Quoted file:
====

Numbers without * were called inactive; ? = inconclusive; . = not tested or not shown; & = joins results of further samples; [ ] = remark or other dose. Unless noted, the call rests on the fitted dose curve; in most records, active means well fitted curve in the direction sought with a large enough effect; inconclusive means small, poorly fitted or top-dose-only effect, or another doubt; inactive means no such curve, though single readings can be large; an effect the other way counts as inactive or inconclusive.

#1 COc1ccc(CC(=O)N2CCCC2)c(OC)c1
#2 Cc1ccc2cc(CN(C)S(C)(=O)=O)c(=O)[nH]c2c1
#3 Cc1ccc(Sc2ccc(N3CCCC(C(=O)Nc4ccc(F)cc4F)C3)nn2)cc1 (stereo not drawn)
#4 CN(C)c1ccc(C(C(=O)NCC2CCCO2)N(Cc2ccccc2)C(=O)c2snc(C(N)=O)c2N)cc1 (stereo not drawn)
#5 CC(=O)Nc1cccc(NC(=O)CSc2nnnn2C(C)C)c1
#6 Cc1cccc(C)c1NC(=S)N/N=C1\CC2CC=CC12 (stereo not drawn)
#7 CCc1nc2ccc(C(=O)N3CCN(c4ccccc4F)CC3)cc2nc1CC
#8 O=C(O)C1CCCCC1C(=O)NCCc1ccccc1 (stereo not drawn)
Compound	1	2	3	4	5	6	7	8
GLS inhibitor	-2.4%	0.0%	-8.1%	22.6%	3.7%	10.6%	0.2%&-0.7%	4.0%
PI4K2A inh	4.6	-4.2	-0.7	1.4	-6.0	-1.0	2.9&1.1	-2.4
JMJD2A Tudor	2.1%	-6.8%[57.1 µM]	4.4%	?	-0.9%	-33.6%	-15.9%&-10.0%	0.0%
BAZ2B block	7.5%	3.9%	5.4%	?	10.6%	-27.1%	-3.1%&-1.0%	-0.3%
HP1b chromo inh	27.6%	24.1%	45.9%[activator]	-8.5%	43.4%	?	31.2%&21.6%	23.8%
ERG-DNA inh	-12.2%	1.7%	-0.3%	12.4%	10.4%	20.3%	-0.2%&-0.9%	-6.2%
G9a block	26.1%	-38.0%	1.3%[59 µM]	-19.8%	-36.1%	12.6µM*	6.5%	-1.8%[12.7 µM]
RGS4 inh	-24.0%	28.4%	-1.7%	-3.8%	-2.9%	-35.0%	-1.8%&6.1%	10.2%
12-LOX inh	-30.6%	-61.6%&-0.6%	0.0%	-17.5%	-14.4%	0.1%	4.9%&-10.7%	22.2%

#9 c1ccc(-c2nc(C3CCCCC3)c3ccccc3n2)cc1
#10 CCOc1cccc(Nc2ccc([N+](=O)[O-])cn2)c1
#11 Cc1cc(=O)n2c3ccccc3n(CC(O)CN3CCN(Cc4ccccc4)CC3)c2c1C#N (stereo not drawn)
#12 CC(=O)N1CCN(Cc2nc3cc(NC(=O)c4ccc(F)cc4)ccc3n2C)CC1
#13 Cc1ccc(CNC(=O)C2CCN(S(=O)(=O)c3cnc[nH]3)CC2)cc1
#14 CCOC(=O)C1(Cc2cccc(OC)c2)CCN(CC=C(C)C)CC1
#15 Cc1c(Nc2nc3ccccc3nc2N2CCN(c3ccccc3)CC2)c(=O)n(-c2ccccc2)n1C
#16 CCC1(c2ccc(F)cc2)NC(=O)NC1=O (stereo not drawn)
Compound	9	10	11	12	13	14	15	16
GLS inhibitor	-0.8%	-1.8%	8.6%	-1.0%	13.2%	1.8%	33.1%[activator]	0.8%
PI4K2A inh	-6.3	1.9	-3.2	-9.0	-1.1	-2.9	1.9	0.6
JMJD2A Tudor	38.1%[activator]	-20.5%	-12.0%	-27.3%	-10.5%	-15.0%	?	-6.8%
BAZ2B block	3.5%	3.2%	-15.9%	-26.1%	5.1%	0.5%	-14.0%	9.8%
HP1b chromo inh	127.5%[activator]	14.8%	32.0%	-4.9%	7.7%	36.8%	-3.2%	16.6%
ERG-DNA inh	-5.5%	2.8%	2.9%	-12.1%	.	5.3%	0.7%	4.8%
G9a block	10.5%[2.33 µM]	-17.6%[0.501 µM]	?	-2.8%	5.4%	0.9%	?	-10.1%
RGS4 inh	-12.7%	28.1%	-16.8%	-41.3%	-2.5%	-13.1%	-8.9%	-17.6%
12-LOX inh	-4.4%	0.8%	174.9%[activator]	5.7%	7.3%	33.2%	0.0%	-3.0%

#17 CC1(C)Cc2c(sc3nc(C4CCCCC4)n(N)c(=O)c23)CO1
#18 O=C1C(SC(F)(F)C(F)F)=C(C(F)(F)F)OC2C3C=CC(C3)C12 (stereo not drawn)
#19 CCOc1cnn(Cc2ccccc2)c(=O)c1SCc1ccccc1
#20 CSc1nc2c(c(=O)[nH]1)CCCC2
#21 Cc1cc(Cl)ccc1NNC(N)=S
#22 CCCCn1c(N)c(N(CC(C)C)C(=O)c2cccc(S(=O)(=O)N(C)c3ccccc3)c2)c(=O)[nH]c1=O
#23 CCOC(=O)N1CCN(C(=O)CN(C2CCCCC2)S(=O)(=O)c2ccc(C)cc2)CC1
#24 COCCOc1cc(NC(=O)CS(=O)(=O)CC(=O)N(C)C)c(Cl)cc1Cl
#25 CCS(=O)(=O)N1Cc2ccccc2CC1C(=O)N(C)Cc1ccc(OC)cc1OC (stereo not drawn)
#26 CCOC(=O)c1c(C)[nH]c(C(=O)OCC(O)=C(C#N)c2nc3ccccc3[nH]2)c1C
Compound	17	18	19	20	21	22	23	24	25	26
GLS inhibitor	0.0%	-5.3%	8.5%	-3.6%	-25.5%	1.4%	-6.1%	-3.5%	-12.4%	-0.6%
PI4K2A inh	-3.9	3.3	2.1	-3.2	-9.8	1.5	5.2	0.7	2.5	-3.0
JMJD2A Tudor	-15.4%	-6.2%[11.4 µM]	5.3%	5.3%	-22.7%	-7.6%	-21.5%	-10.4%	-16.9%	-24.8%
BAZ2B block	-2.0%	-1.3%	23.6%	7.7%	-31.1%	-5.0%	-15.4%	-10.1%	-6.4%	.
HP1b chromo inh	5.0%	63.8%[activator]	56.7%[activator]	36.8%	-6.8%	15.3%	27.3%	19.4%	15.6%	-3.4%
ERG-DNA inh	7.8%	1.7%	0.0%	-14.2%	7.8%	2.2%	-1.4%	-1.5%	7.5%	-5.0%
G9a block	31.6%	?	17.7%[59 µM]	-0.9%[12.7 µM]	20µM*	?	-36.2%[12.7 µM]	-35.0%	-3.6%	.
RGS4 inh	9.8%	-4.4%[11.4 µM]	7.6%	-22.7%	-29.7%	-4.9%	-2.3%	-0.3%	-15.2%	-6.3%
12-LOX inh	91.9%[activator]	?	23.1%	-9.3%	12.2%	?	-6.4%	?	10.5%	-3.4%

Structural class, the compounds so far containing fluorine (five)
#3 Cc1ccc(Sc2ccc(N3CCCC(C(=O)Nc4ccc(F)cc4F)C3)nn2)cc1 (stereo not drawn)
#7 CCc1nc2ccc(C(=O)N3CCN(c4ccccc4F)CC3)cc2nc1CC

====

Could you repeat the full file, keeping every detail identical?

Numbers without * were called inactive; ? = inconclusive; . = not tested or not shown; & = joins results of further samples; [ ] = remark or other dose. Unless noted, the call rests on the fitted dose curve; in most records, active means well fitted curve in the direction sought with a large enough effect; inconclusive means small, poorly fitted or top-dose-only effect, or another doubt; inactive means no such curve, though single readings can be large; an effect the other way counts as inactive or inconclusive.

#1 COc1ccc(CC(=O)N2CCCC2)c(OC)c1
#2 Cc1ccc2cc(CN(C)S(C)(=O)=O)c(=O)[nH]c2c1
#3 Cc1ccc(Sc2ccc(N3CCCC(C(=O)Nc4ccc(F)cc4F)C3)nn2)cc1 (stereo not drawn)
#4 CN(C)c1ccc(C(C(=O)NCC2CCCO2)N(Cc2ccccc2)C(=O)c2snc(C(N)=O)c2N)cc1 (stereo not drawn)
#5 CC(=O)Nc1cccc(NC(=O)CSc2nnnn2C(C)C)c1
#6 Cc1cccc(C)c1NC(=S)N/N=C1\CC2CC=CC12 (stereo not drawn)
#7 CCc1nc2ccc(C(=O)N3CCN(c4ccccc4F)CC3)cc2nc1CC
#8 O=C(O)C1CCCCC1C(=O)NCCc1ccccc1 (stereo not drawn)
Compound	1	2	3	4	5	6	7	8
GLS inhibitor	-2.4%	0.0%	-8.1%	22.6%	3.7%	10.6%	0.2%&-0.7%	4.0%
PI4K2A inh	4.6	-4.2	-0.7	1.4	-6.0	-1.0	2.9&1.1	-2.4
JMJD2A Tudor	2.1%	-6.8%[57.1 µM]	4.4%	?	-0.9%	-33.6%	-15.9%&-10.0%	0.0%
BAZ2B block	7.5%	3.9%	5.4%	?	10.6%	-27.1%	-3.1%&-1.0%	-0.3%
HP1b chromo inh	27.6%	24.1%	45.9%[activator]	-8.5%	43.4%	?	31.2%&21.6%	23.8%
ERG-DNA inh	-12.2%	1.7%	-0.3%	12.4%	10.4%	20.3%	-0.2%&-0.9%	-6.2%
G9a block	26.1%	-38.0%	1.3%[59 µM]	-19.8%	-36.1%	12.6µM*	6.5%	-1.8%[12.7 µM]
RGS4 inh	-24.0%	28.4%	-1.7%	-3.8%	-2.9%	-35.0%	-1.8%&6.1%	10.2%
12-LOX inh	-30.6%	-61.6%&-0.6%	0.0%	-17.5%	-14.4%	0.1%	4.9%&-10.7%	22.2%

#9 c1ccc(-c2nc(C3CCCCC3)c3ccccc3n2)cc1
#10 CCOc1cccc(Nc2ccc([N+](=O)[O-])cn2)c1
#11 Cc1cc(=O)n2c3ccccc3n(CC(O)CN3CCN(Cc4ccccc4)CC3)c2c1C#N (stereo not drawn)
#12 CC(=O)N1CCN(Cc2nc3cc(NC(=O)c4ccc(F)cc4)ccc3n2C)CC1
#13 Cc1ccc(CNC(=O)C2CCN(S(=O)(=O)c3cnc[nH]3)CC2)cc1
#14 CCOC(=O)C1(Cc2cccc(OC)c2)CCN(CC=C(C)C)CC1
#15 Cc1c(Nc2nc3ccccc3nc2N2CCN(c3ccccc3)CC2)c(=O)n(-c2ccccc2)n1C
#16 CCC1(c2ccc(F)cc2)NC(=O)NC1=O (stereo not drawn)
Compound	9	10	11	12	13	14	15	16
GLS inhibitor	-0.8%	-1.8%	8.6%	-1.0%	13.2%	1.8%	33.1%[activator]	0.8%
PI4K2A inh	-6.3	1.9	-3.2	-9.0	-1.1	-2.9	1.9	0.6
JMJD2A Tudor	38.1%[activator]	-20.5%	-12.0%	-27.3%	-10.5%	-15.0%	?	-6.8%
BAZ2B block	3.5%	3.2%	-15.9%	-26.1%	5.1%	0.5%	-14.0%	9.8%
HP1b chromo inh	127.5%[activator]	14.8%	32.0%	-4.9%	7.7%	36.8%	-3.2%	16.6%
ERG-DNA inh	-5.5%	2.8%	2.9%	-12.1%	.	5.3%	0.7%	4.8%
G9a block	10.5%[2.33 µM]	-17.6%[0.501 µM]	?	-2.8%	5.4%	0.9%	?	-10.1%
RGS4 inh	-12.7%	28.1%	-16.8%	-41.3%	-2.5%	-13.1%	-8.9%	-17.6%
12-LOX inh	-4.4%	0.8%	174.9%[activator]	5.7%	7.3%	33.2%	0.0%	-3.0%

#17 CC1(C)Cc2c(sc3nc(C4CCCCC4)n(N)c(=O)c23)CO1
#18 O=C1C(SC(F)(F)C(F)F)=C(C(F)(F)F)OC2C3C=CC(C3)C12 (stereo not drawn)
#19 CCOc1cnn(Cc2ccccc2)c(=O)c1SCc1ccccc1
#20 CSc1nc2c(c(=O)[nH]1)CCCC2
#21 Cc1cc(Cl)ccc1NNC(N)=S
#22 CCCCn1c(N)c(N(CC(C)C)C(=O)c2cccc(S(=O)(=O)N(C)c3ccccc3)c2)c(=O)[nH]c1=O
#23 CCOC(=O)N1CCN(C(=O)CN(C2CCCCC2)S(=O)(=O)c2ccc(C)cc2)CC1
#24 COCCOc1cc(NC(=O)CS(=O)(=O)CC(=O)N(C)C)c(Cl)cc1Cl
#25 CCS(=O)(=O)N1Cc2ccccc2CC1C(=O)N(C)Cc1ccc(OC)cc1OC (stereo not drawn)
#26 CCOC(=O)c1c(C)[nH]c(C(=O)OCC(O)=C(C#N)c2nc3ccccc3[nH]2)c1C
Compound	17	18	19	20	21	22	23	24	25	26
GLS inhibitor	0.0%	-5.3%	8.5%	-3.6%	-25.5%	1.4%	-6.1%	-3.5%	-12.4%	-0.6%
PI4K2A inh	-3.9	3.3	2.1	-3.2	-9.8	1.5	5.2	0.7	2.5	-3.0
JMJD2A Tudor	-15.4%	-6.2%[11.4 µM]	5.3%	5.3%	-22.7%	-7.6%	-21.5%	-10.4%	-16.9%	-24.8%
BAZ2B block	-2.0%	-1.3%	23.6%	7.7%	-31.1%	-5.0%	-15.4%	-10.1%	-6.4%	.
HP1b chromo inh	5.0%	63.8%[activator]	56.7%[activator]	36.8%	-6.8%	15.3%	27.3%	19.4%	15.6%	-3.4%
ERG-DNA inh	7.8%	1.7%	0.0%	-14.2%	7.8%	2.2%	-1.4%	-1.5%	7.5%	-5.0%
G9a block	31.6%	?	17.7%[59 µM]	-0.9%[12.7 µM]	20µM*	?	-36.2%[12.7 µM]	-35.0%	-3.6%	.
RGS4 inh	9.8%	-4.4%[11.4 µM]	7.6%	-22.7%	-29.7%	-4.9%	-2.3%	-0.3%	-15.2%	-6.3%
12-LOX inh	91.9%[activator]	?	23.1%	-9.3%	12.2%	?	-6.4%	?	10.5%	-3.4%

Structural class, the compounds so far containing fluorine (five)
#3 Cc1ccc(Sc2ccc(N3CCCC(C(=O)Nc4ccc(F)cc4F)C3)nn2)cc1 (stereo not drawn)
#7 CCc1nc2ccc(C(=O)N3CCN(c4ccccc4F)CC3)cc2nc1CC